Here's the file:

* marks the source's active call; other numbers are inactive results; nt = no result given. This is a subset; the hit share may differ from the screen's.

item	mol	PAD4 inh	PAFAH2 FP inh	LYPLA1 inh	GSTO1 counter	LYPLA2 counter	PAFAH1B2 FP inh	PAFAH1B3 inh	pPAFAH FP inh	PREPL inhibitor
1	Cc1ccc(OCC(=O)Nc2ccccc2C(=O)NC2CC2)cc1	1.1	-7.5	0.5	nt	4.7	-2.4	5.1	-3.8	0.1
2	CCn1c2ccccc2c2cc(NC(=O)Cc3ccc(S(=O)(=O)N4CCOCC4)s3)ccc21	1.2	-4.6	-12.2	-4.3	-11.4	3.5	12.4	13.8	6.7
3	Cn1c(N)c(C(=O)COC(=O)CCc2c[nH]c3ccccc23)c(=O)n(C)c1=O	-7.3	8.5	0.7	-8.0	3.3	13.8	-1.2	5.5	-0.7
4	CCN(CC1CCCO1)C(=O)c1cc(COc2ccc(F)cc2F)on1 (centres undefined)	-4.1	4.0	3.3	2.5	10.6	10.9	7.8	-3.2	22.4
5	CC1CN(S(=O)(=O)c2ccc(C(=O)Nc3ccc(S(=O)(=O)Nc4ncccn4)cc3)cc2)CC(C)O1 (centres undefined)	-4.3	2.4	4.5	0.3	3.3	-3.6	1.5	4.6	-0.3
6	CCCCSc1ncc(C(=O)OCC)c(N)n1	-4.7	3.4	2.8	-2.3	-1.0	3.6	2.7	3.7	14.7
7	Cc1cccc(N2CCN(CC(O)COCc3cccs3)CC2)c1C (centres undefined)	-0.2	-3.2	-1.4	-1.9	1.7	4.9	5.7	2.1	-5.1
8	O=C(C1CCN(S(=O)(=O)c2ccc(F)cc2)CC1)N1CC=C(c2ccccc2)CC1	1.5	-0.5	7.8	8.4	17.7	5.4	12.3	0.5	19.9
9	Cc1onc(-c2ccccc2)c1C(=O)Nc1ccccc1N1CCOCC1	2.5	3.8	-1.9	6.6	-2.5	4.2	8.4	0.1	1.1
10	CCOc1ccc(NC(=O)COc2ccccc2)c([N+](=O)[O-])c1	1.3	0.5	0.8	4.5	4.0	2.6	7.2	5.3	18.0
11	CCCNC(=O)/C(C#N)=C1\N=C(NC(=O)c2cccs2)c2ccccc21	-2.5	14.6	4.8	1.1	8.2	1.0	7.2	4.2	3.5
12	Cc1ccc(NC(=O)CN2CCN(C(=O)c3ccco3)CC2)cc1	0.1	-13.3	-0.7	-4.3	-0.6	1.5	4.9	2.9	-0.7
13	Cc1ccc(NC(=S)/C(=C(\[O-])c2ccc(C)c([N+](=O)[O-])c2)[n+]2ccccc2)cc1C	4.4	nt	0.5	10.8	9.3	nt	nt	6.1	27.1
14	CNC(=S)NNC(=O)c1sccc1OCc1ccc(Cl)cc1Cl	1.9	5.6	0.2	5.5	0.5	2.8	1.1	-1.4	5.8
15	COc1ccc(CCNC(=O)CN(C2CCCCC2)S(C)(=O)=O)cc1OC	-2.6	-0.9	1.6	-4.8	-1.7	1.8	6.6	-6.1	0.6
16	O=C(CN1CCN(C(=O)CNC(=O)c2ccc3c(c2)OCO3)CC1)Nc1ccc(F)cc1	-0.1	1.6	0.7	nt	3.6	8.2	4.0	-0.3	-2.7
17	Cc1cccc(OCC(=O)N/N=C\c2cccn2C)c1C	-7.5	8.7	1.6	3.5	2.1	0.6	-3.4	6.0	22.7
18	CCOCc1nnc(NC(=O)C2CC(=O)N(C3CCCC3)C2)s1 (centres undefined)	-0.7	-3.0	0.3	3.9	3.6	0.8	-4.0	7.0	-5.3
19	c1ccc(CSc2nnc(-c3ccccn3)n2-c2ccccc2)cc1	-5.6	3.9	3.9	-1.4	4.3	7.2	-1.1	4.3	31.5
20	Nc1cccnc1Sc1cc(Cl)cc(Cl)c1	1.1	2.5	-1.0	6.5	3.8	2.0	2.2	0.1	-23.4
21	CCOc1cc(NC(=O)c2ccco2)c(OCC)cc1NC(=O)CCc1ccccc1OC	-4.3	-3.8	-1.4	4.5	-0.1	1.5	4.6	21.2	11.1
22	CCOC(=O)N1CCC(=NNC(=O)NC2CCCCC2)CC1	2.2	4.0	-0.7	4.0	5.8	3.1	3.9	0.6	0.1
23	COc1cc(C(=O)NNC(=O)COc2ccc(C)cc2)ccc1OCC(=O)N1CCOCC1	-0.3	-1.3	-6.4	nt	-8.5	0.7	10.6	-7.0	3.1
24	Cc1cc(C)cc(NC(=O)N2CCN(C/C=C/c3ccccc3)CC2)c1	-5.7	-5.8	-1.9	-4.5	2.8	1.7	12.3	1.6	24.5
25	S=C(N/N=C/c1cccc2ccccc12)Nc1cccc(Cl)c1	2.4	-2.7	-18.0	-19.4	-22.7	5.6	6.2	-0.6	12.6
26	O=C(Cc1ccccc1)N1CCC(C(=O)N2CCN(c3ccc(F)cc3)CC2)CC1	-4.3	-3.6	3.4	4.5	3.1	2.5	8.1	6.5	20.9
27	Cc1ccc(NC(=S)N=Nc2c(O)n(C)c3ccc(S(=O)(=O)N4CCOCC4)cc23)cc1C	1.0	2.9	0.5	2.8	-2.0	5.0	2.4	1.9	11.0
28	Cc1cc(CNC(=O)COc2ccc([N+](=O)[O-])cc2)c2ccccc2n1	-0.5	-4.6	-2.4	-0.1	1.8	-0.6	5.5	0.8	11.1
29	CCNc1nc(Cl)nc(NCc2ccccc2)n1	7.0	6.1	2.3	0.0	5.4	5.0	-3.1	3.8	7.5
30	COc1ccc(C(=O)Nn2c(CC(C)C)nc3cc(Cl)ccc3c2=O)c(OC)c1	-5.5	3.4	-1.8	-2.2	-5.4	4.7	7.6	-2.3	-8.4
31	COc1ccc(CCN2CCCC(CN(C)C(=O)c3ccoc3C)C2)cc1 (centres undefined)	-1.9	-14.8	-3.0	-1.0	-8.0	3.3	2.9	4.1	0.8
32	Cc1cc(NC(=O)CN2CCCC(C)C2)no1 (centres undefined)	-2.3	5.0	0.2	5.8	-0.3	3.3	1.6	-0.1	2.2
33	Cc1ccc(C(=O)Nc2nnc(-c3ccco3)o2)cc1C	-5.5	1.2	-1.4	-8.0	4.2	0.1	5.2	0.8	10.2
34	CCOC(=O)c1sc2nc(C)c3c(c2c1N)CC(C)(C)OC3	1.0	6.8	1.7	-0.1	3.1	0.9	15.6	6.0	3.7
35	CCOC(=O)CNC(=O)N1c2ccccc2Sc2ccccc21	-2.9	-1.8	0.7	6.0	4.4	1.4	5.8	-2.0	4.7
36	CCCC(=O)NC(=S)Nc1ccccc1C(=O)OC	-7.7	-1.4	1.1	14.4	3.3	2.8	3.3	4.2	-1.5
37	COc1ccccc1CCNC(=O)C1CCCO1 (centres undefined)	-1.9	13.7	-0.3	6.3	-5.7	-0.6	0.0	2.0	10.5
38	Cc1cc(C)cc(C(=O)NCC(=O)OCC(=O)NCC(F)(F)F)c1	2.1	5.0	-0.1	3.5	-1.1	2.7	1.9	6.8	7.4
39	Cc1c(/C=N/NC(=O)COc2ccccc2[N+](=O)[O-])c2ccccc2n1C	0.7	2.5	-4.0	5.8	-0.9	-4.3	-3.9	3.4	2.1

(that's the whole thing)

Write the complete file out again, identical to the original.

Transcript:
* marks the source's active call; other numbers are inactive results; nt = no result given. This is a subset; the hit share may differ from the screen's.

item	mol	PAD4 inh	PAFAH2 FP inh	LYPLA1 inh	GSTO1 counter	LYPLA2 counter	PAFAH1B2 FP inh	PAFAH1B3 inh	pPAFAH FP inh	PREPL inhibitor
1	Cc1ccc(OCC(=O)Nc2ccccc2C(=O)NC2CC2)cc1	1.1	-7.5	0.5	nt	4.7	-2.4	5.1	-3.8	0.1
2	CCn1c2ccccc2c2cc(NC(=O)Cc3ccc(S(=O)(=O)N4CCOCC4)s3)ccc21	1.2	-4.6	-12.2	-4.3	-11.4	3.5	12.4	13.8	6.7
3	Cn1c(N)c(C(=O)COC(=O)CCc2c[nH]c3ccccc23)c(=O)n(C)c1=O	-7.3	8.5	0.7	-8.0	3.3	13.8	-1.2	5.5	-0.7
4	CCN(CC1CCCO1)C(=O)c1cc(COc2ccc(F)cc2F)on1 (centres undefined)	-4.1	4.0	3.3	2.5	10.6	10.9	7.8	-3.2	22.4
5	CC1CN(S(=O)(=O)c2ccc(C(=O)Nc3ccc(S(=O)(=O)Nc4ncccn4)cc3)cc2)CC(C)O1 (centres undefined)	-4.3	2.4	4.5	0.3	3.3	-3.6	1.5	4.6	-0.3
6	CCCCSc1ncc(C(=O)OCC)c(N)n1	-4.7	3.4	2.8	-2.3	-1.0	3.6	2.7	3.7	14.7
7	Cc1cccc(N2CCN(CC(O)COCc3cccs3)CC2)c1C (centres undefined)	-0.2	-3.2	-1.4	-1.9	1.7	4.9	5.7	2.1	-5.1
8	O=C(C1CCN(S(=O)(=O)c2ccc(F)cc2)CC1)N1CC=C(c2ccccc2)CC1	1.5	-0.5	7.8	8.4	17.7	5.4	12.3	0.5	19.9
9	Cc1onc(-c2ccccc2)c1C(=O)Nc1ccccc1N1CCOCC1	2.5	3.8	-1.9	6.6	-2.5	4.2	8.4	0.1	1.1
10	CCOc1ccc(NC(=O)COc2ccccc2)c([N+](=O)[O-])c1	1.3	0.5	0.8	4.5	4.0	2.6	7.2	5.3	18.0
11	CCCNC(=O)/C(C#N)=C1\N=C(NC(=O)c2cccs2)c2ccccc21	-2.5	14.6	4.8	1.1	8.2	1.0	7.2	4.2	3.5
12	Cc1ccc(NC(=O)CN2CCN(C(=O)c3ccco3)CC2)cc1	0.1	-13.3	-0.7	-4.3	-0.6	1.5	4.9	2.9	-0.7
13	Cc1ccc(NC(=S)/C(=C(\[O-])c2ccc(C)c([N+](=O)[O-])c2)[n+]2ccccc2)cc1C	4.4	nt	0.5	10.8	9.3	nt	nt	6.1	27.1
14	CNC(=S)NNC(=O)c1sccc1OCc1ccc(Cl)cc1Cl	1.9	5.6	0.2	5.5	0.5	2.8	1.1	-1.4	5.8
15	COc1ccc(CCNC(=O)CN(C2CCCCC2)S(C)(=O)=O)cc1OC	-2.6	-0.9	1.6	-4.8	-1.7	1.8	6.6	-6.1	0.6
16	O=C(CN1CCN(C(=O)CNC(=O)c2ccc3c(c2)OCO3)CC1)Nc1ccc(F)cc1	-0.1	1.6	0.7	nt	3.6	8.2	4.0	-0.3	-2.7
17	Cc1cccc(OCC(=O)N/N=C\c2cccn2C)c1C	-7.5	8.7	1.6	3.5	2.1	0.6	-3.4	6.0	22.7
18	CCOCc1nnc(NC(=O)C2CC(=O)N(C3CCCC3)C2)s1 (centres undefined)	-0.7	-3.0	0.3	3.9	3.6	0.8	-4.0	7.0	-5.3
19	c1ccc(CSc2nnc(-c3ccccn3)n2-c2ccccc2)cc1	-5.6	3.9	3.9	-1.4	4.3	7.2	-1.1	4.3	31.5
20	Nc1cccnc1Sc1cc(Cl)cc(Cl)c1	1.1	2.5	-1.0	6.5	3.8	2.0	2.2	0.1	-23.4
21	CCOc1cc(NC(=O)c2ccco2)c(OCC)cc1NC(=O)CCc1ccccc1OC	-4.3	-3.8	-1.4	4.5	-0.1	1.5	4.6	21.2	11.1
22	CCOC(=O)N1CCC(=NNC(=O)NC2CCCCC2)CC1	2.2	4.0	-0.7	4.0	5.8	3.1	3.9	0.6	0.1
23	COc1cc(C(=O)NNC(=O)COc2ccc(C)cc2)ccc1OCC(=O)N1CCOCC1	-0.3	-1.3	-6.4	nt	-8.5	0.7	10.6	-7.0	3.1
24	Cc1cc(C)cc(NC(=O)N2CCN(C/C=C/c3ccccc3)CC2)c1	-5.7	-5.8	-1.9	-4.5	2.8	1.7	12.3	1.6	24.5
25	S=C(N/N=C/c1cccc2ccccc12)Nc1cccc(Cl)c1	2.4	-2.7	-18.0	-19.4	-22.7	5.6	6.2	-0.6	12.6
26	O=C(Cc1ccccc1)N1CCC(C(=O)N2CCN(c3ccc(F)cc3)CC2)CC1	-4.3	-3.6	3.4	4.5	3.1	2.5	8.1	6.5	20.9
27	Cc1ccc(NC(=S)N=Nc2c(O)n(C)c3ccc(S(=O)(=O)N4CCOCC4)cc23)cc1C	1.0	2.9	0.5	2.8	-2.0	5.0	2.4	1.9	11.0
28	Cc1cc(CNC(=O)COc2ccc([N+](=O)[O-])cc2)c2ccccc2n1	-0.5	-4.6	-2.4	-0.1	1.8	-0.6	5.5	0.8	11.1
29	CCNc1nc(Cl)nc(NCc2ccccc2)n1	7.0	6.1	2.3	0.0	5.4	5.0	-3.1	3.8	7.5
30	COc1ccc(C(=O)Nn2c(CC(C)C)nc3cc(Cl)ccc3c2=O)c(OC)c1	-5.5	3.4	-1.8	-2.2	-5.4	4.7	7.6	-2.3	-8.4
31	COc1ccc(CCN2CCCC(CN(C)C(=O)c3ccoc3C)C2)cc1 (centres undefined)	-1.9	-14.8	-3.0	-1.0	-8.0	3.3	2.9	4.1	0.8
32	Cc1cc(NC(=O)CN2CCCC(C)C2)no1 (centres undefined)	-2.3	5.0	0.2	5.8	-0.3	3.3	1.6	-0.1	2.2
33	Cc1ccc(C(=O)Nc2nnc(-c3ccco3)o2)cc1C	-5.5	1.2	-1.4	-8.0	4.2	0.1	5.2	0.8	10.2
34	CCOC(=O)c1sc2nc(C)c3c(c2c1N)CC(C)(C)OC3	1.0	6.8	1.7	-0.1	3.1	0.9	15.6	6.0	3.7
35	CCOC(=O)CNC(=O)N1c2ccccc2Sc2ccccc21	-2.9	-1.8	0.7	6.0	4.4	1.4	5.8	-2.0	4.7
36	CCCC(=O)NC(=S)Nc1ccccc1C(=O)OC	-7.7	-1.4	1.1	14.4	3.3	2.8	3.3	4.2	-1.5
37	COc1ccccc1CCNC(=O)C1CCCO1 (centres undefined)	-1.9	13.7	-0.3	6.3	-5.7	-0.6	0.0	2.0	10.5
38	Cc1cc(C)cc(C(=O)NCC(=O)OCC(=O)NCC(F)(F)F)c1	2.1	5.0	-0.1	3.5	-1.1	2.7	1.9	6.8	7.4
39	Cc1c(/C=N/NC(=O)COc2ccccc2[N+](=O)[O-])c2ccccc2n1C	0.7	2.5	-4.0	5.8	-0.9	-4.3	-3.9	3.4	2.1